Q&A: 6-month-old only wants mother

Ashley writes:

"My 6 month old daughter only wants me when I am around.  I know this can be fairly common, separation anxiety, blah blah blah. However, she is fine when I am not there- at the sitters (I work full time and she is there Monday-Thursday), when my husband is home with her on Fridays, etc.  When we (my husband and I) are both home or when her grandparents are over though, she will see me and burst out in a screaming cry until I take her.  My husband is a wonderful father, and loves to play with her, feed her solids, changer her diaper, etc. Sometimes she is okay with it, but most of the time she is constantly looking for me.  A little background- she is breastfed and we co-sleep (she sleeps in my arms or with me though, not dad).  She isn't hungry when she does this (the crying thing), so that is not the problem.  I don't want her to only be able to be with me and my husband is getting very down about this.  He tries to be positive and get her to stop crying, but most of the time I just take her back because we don't want her to keep screaming. 
 

My question is, what do we do?  I feel like I shouldn't keep taking her back when she cries because it is teaching her that she can do that all the time.  On the other hand, I feel like if she needs me I should be there for her.  Should I take her when she cries or let her try and work it out? Is it just a phase she will grow out of?  Is there anything my husband can do for her while she is crying to help it end?"

This is so normal and really, really healthy. It means she's attached to you and attaching even more all the time, and is starting to be able to distinguish situations and other people. This is the beginning of healthy growth, and her strong attachment to you will allow her to become independent when it time is right developmentally.

You really are her primary caregiver, so of course she wants you right now. And you do want to teach her that when she calls for you you'll come. Remember that the task for babies for the first year is to learn to trust their parents and the world. The biggest component of that is coming when she cries for you. You and your husband aren't interchangeable, and it's part of her good attachment process to protest when she can't be with you. First she attaches to you, then him, then other people.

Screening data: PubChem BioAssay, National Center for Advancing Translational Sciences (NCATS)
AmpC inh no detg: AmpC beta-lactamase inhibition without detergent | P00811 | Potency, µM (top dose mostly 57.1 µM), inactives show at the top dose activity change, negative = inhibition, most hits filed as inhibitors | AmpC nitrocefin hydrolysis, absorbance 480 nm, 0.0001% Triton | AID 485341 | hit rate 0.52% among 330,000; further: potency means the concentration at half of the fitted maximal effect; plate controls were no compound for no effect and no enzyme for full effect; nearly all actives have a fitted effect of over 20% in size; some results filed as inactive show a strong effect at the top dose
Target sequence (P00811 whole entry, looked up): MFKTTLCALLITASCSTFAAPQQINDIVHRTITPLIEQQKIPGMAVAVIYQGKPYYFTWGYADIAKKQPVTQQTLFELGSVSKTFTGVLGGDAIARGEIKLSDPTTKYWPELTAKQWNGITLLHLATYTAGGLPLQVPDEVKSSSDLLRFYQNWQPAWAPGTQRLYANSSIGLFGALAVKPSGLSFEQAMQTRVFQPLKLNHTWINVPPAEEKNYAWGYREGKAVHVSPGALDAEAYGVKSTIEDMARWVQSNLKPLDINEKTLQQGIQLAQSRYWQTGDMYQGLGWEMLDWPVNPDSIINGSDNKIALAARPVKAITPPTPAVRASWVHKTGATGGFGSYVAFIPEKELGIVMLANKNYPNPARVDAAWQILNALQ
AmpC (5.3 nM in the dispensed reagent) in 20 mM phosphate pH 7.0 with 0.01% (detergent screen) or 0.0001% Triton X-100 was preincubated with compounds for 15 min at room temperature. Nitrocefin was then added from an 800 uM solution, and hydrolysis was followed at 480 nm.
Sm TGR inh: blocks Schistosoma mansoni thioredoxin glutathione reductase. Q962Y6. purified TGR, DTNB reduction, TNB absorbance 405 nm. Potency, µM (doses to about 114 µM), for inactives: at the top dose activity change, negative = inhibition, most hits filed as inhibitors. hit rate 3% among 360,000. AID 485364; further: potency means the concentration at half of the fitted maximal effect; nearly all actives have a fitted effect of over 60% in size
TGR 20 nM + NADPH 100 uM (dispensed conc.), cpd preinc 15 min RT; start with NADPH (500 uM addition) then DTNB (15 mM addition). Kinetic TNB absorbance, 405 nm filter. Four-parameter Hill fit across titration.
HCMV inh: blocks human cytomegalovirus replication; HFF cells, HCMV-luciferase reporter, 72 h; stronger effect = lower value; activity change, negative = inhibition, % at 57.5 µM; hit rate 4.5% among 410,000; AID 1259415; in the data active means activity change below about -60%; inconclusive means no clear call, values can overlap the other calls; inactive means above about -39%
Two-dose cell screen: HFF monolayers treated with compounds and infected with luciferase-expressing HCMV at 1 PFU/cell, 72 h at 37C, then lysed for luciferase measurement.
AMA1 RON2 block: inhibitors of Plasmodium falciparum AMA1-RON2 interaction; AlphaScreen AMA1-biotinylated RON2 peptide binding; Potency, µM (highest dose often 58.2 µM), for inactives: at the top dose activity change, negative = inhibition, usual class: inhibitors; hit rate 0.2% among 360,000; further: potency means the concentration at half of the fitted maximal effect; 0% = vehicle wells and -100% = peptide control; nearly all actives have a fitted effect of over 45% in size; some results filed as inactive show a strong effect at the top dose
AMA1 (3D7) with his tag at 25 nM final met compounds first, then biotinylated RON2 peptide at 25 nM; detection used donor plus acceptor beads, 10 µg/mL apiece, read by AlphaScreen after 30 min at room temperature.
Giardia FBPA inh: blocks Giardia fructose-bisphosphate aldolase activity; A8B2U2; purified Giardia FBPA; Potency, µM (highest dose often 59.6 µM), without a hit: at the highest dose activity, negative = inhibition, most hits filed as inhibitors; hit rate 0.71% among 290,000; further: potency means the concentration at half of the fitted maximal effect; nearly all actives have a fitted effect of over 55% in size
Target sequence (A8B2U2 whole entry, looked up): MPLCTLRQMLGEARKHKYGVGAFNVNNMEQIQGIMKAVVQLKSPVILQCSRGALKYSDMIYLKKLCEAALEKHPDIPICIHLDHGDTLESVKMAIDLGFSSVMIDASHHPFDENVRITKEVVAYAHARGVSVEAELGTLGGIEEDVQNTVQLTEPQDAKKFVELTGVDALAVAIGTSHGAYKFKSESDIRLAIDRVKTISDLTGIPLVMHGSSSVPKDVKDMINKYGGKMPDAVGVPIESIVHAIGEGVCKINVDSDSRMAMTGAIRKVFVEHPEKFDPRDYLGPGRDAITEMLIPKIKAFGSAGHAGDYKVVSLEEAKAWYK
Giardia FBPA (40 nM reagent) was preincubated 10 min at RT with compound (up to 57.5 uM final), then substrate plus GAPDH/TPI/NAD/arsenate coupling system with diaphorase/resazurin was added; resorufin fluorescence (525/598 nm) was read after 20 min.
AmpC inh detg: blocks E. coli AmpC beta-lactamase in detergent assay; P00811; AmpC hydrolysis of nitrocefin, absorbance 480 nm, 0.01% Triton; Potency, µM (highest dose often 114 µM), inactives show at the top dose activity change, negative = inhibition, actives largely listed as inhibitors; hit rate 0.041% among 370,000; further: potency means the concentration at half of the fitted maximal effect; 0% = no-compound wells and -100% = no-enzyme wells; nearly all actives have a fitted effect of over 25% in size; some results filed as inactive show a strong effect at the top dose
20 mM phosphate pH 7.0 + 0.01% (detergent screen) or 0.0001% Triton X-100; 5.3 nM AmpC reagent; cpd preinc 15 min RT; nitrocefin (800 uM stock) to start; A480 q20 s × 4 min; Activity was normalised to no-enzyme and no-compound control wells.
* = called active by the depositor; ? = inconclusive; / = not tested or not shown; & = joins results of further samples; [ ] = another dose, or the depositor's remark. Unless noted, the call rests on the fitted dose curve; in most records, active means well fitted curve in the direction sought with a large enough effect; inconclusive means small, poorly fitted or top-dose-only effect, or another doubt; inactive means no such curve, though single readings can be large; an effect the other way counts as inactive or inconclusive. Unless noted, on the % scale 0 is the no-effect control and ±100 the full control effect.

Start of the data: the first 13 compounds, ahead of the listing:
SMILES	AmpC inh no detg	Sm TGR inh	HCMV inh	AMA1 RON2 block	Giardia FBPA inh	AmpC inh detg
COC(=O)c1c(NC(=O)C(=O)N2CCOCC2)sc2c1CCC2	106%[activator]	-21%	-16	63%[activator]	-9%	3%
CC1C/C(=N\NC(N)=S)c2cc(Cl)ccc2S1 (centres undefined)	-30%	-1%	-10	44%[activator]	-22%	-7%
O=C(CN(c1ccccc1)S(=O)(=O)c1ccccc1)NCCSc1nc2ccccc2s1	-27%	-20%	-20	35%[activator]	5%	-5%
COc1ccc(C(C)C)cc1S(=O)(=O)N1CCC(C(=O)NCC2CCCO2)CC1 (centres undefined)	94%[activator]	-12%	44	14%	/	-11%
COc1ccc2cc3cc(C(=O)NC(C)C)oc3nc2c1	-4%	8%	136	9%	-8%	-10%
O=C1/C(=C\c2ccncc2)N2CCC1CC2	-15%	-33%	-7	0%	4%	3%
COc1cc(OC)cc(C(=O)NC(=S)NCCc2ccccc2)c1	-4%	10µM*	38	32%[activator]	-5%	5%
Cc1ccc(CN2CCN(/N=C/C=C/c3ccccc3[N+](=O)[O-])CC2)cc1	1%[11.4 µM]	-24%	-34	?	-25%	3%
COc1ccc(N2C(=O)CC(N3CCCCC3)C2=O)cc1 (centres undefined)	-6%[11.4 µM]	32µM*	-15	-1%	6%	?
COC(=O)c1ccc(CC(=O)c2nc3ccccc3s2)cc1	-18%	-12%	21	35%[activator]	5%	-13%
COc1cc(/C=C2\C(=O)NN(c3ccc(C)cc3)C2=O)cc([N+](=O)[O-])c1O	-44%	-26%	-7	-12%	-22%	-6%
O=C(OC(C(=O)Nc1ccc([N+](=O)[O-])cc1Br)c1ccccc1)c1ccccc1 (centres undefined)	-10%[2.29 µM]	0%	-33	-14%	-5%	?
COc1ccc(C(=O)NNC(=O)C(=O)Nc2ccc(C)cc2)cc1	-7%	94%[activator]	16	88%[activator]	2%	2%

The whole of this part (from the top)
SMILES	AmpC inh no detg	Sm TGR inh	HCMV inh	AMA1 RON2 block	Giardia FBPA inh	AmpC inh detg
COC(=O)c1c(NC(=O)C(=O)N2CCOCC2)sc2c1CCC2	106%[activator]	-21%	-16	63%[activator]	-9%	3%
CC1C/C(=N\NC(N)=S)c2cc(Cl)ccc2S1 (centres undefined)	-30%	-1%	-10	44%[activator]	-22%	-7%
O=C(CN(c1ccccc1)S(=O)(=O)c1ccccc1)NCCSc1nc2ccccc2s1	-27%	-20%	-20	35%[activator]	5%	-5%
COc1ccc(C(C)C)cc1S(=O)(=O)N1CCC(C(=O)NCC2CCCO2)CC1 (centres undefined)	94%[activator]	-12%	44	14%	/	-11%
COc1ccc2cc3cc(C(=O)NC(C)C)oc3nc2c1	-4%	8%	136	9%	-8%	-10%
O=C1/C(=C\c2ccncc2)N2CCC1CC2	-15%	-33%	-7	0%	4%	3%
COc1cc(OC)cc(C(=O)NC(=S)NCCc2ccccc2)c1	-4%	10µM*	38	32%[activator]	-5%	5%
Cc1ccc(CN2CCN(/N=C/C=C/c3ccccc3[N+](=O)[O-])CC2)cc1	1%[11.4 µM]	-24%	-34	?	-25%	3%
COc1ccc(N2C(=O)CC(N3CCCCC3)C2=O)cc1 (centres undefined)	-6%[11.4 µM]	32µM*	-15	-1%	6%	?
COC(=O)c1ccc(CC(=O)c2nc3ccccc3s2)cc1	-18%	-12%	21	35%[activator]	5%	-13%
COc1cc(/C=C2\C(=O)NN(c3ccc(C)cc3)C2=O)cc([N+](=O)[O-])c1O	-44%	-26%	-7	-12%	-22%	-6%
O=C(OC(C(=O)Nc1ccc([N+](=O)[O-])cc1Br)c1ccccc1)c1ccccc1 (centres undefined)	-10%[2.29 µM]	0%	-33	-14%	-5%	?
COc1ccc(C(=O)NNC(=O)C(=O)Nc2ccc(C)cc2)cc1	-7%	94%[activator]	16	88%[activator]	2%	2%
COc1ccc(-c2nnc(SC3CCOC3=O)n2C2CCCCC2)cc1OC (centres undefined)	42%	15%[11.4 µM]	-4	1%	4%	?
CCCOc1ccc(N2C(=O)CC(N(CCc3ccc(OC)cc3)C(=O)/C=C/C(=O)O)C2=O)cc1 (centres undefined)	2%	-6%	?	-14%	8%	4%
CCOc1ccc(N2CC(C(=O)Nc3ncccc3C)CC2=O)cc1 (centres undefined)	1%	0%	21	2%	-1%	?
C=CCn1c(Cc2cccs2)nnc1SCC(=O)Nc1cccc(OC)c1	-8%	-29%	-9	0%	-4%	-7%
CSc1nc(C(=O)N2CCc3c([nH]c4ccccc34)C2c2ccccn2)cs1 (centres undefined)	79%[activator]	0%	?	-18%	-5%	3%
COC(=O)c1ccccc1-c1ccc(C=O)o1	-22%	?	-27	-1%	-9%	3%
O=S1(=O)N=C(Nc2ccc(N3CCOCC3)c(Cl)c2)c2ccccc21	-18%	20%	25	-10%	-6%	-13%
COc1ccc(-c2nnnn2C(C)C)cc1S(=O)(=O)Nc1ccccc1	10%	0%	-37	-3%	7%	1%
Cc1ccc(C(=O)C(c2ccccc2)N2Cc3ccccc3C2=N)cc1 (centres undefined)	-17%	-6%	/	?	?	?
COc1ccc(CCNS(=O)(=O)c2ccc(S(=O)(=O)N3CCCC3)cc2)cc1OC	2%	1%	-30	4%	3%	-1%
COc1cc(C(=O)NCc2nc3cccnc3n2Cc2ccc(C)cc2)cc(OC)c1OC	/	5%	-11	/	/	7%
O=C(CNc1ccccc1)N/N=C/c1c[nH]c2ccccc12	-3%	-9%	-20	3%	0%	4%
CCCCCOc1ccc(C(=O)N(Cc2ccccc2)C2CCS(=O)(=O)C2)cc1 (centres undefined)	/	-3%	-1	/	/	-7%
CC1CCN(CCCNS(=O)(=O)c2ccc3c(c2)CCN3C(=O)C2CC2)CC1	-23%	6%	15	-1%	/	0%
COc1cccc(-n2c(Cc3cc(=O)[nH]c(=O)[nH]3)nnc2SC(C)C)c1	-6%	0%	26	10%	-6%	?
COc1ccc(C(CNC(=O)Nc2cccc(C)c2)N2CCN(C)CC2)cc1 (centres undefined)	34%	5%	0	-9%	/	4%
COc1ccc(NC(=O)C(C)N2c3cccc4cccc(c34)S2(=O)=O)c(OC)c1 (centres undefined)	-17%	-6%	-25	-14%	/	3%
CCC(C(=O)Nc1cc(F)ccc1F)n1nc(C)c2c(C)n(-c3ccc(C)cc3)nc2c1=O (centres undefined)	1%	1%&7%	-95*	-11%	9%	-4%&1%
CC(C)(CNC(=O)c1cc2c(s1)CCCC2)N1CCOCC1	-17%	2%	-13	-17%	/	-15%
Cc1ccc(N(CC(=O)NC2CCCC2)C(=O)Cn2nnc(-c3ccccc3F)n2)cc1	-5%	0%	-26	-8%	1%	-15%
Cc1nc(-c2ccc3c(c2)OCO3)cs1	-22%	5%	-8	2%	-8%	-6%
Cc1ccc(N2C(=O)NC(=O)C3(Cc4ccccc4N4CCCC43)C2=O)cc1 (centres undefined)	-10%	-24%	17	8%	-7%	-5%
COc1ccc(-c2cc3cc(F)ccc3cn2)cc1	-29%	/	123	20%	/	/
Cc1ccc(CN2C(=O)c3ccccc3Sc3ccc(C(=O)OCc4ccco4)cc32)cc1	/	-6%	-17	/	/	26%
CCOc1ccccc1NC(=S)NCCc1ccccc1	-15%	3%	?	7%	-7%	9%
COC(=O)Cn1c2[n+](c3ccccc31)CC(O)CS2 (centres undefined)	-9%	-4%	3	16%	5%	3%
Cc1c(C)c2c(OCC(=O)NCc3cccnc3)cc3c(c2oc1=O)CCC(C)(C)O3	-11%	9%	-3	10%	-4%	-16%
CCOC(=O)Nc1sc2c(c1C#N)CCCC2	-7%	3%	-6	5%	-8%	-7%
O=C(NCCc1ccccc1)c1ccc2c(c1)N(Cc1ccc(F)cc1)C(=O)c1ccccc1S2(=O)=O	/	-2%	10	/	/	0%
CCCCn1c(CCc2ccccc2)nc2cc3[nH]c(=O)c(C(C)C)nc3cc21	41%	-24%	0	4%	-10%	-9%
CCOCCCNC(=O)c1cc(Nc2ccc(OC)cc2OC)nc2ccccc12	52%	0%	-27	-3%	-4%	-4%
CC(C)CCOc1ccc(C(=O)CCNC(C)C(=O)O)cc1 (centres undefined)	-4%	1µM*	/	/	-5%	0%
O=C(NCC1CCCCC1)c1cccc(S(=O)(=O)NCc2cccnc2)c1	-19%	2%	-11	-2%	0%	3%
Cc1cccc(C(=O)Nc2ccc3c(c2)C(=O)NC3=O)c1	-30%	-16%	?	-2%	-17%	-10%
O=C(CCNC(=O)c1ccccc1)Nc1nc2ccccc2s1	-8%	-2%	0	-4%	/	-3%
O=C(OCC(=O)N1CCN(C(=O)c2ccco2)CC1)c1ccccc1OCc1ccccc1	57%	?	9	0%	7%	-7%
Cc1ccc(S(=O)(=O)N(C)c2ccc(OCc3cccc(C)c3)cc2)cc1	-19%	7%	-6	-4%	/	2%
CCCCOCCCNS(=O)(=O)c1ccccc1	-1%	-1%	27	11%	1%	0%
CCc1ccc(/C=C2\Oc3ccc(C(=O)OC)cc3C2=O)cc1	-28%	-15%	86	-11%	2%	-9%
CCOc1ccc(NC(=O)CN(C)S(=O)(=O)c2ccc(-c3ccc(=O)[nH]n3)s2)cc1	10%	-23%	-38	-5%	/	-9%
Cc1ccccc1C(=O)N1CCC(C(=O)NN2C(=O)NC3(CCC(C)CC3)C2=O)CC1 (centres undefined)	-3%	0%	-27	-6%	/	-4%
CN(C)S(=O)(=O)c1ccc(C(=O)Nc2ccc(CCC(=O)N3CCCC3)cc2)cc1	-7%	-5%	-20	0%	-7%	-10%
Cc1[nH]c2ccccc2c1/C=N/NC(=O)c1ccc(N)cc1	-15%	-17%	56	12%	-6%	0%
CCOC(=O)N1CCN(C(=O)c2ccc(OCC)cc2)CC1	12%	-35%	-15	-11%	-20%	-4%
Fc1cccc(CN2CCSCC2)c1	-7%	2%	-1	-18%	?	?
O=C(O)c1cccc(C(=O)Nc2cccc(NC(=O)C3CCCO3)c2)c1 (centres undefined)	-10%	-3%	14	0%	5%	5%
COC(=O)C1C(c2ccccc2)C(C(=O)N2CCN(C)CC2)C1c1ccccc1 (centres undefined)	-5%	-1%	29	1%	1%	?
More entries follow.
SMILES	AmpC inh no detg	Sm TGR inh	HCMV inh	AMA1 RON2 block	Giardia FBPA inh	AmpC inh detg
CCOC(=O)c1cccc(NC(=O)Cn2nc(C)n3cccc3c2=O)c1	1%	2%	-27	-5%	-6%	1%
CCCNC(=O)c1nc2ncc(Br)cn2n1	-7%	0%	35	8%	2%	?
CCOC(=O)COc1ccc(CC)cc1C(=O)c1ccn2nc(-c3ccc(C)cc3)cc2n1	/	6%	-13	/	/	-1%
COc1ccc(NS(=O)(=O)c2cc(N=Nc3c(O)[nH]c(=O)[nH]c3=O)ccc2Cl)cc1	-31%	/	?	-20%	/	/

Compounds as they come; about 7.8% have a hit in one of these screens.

Now, obviously, you can't always be with her at home when she wants you. You could try wearing her around in a sling or mei tai or Ergo (you can get a lot done with her on your back) while you're doing stuff at home so she can be with you and you can still do stuff you need both hands to do. Or you could try putting her in a high chair or saucer or bouncy seat very close to you in the room and talking to her while you're doing other stuff (some kids are fine with that, while others thing you're betraying them by not touching them physically and scream like you're poking them with a branding iron). But sometimes you're just going to have to do things like, oh, go to the bathroom, or change your clothes, or other things that aren't conducive to having a 6-month-old hanging on you. If your husband can't get her to settle down during those times, he shouldn't take it personally (easier said than done, I know), and just hang on to her until you can come and "rescue her." It's not that she doesn't like him, it's just that she doesn't like that he's not you.

I know it's rough on your husband to feel like she doesn't like him right now. Dads (and "other mothers") can often feel like they're at a disadvantage during that first year, because they're not the ones who grew the baby, or nursed, or did any of the other things that are so logistically important in the first few months. Yes, they get really good at burping and diaper changes and that kind of stuff, but it just isn't as essential to the whole process, and it seems like it's very common for dads/other mothers to feel like they're never measuring up to the moms. But it will pass soon enough. Babies tend to be very mother-attached during the first year, but as soon as they start to walk around they seem to take an interest in the other parent. And around age 2, many kids seem to have no interest whatsoever in their moms, preferring the more "fun" kind of interaction they usually get from the other parent. His day will come, and her daddy-only stage might last a lot longer than this mommy-only stage does.

Readers? Share stories of how you had to wear your baby in a sling for 11 months and then suddenly the baby wanted nothing to do with you? I can't be the only one who was wrung out from non-stop attention-sucking seeking, and then got dropped like a hot potato.